May is Mental Health Awareness Month
May is Mental Health Awareness Month. Being aware of your children’s mental health, even before you notice an actual change in behavior, can help them maintain a healthy mindset, and prepare them to cope when they do experience difficult times. At times, both children and adults may find it difficult to manage big and sometimes even small changes in their lives and everyone has had to deal with a lot of change over the past few years. BCHP’s behavioral health consultant, Kristin Montini, shares tips to promote and strengthen your family’s mental health.
Keep open, honest communication.
- Frequently remind your child that you are there to listen, love, and support - free of judgment. You can never tell this to a child too often, and it increases the likelihood your child will come to you when there is a problem.
Talk about emotions regularly and validate feelings.
- Use supportive language such as “I hear what you’re saying”, “I can see that”, “Can you tell me more about that”, and “I’d like to understand more.” Validation does not mean we need to agree with our children, but it allows them to learn how to express themselves appropriately.
Teach your kids to use belly breathing as a coping strategy.
- Belly breathing is a helpful tool to manage frustration and anxiety, and it can be taught at a very young age. Try placing a stuffed animal on their tummy and encourage them to breathe in and out and watch the animal go on a roller coaster ride.
- Older kids can learn to meditate when they are feeling anxious or overwhelmed.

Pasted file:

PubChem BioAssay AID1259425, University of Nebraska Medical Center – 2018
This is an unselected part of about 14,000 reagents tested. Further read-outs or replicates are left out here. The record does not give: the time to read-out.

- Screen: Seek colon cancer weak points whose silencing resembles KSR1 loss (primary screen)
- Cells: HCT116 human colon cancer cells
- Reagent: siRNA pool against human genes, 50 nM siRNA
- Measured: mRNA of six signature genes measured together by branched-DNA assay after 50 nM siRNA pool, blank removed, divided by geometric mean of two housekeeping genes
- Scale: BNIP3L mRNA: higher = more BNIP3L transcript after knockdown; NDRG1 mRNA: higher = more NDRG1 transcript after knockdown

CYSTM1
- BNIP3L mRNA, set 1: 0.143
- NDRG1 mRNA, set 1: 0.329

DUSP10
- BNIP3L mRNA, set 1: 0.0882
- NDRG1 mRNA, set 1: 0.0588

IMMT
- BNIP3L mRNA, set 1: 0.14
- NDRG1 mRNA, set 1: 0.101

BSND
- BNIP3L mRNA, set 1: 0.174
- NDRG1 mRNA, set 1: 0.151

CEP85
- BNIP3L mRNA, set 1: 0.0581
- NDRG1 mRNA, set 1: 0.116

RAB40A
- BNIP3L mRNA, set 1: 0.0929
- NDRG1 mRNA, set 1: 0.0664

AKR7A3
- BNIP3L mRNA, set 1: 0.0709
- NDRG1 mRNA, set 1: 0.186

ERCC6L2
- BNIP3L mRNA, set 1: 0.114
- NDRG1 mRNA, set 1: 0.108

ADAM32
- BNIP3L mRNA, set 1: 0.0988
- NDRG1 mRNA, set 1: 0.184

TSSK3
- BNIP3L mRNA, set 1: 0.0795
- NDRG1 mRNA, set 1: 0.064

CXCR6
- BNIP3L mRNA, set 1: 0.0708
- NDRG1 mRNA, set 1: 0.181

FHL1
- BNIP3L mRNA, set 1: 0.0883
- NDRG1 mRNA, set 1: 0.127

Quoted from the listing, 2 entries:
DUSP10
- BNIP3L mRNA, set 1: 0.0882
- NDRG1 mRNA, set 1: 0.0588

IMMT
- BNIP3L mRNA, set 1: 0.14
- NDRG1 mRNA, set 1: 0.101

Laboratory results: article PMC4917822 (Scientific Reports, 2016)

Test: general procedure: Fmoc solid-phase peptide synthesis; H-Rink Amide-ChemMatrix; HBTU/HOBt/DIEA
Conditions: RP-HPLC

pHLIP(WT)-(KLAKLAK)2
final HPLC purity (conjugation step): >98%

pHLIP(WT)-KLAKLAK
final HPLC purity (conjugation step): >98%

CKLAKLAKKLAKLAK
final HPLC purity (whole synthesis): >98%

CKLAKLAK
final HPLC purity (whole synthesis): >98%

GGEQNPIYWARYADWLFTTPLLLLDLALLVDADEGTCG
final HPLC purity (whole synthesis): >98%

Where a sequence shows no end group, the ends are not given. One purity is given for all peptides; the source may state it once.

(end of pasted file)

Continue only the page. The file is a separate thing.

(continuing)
Provide positive feedback and encouragement any chance you get.
- Find opportunities to tell your kids when you like what they’re doing, from picking up toys to completing their homework.
- Use “I like when…” when trying to correct a behavior. For example, if you want your child to sit nicely at the dinner table, state “I like it when you sit facing forward.”
Build self-esteem by helping others.
- Find small tasks around the home that your little ones can do. For example, filling the pet bowls, setting the table, or decorating the home with artwork. By helping others, kids build self-esteem, learn responsibility, and feel valued by others.
- Be sure to praise your teens when you notice they have done something nice for a friend or family member.
Adversity is a part of life. Allowing kids to experience challenges and identify healthy coping strategies is a lesson that takes time, patience, and resilience. But it will be a lesson that will help them through every stage of their life.
Many BCHP offices have an on-site behavioral health consultant that can help you and your child approach the topic of mental health and curate strategies that fits your child’s needs. Talk to your child’s primary care provider to see if a behavioral health consultant would be beneficial.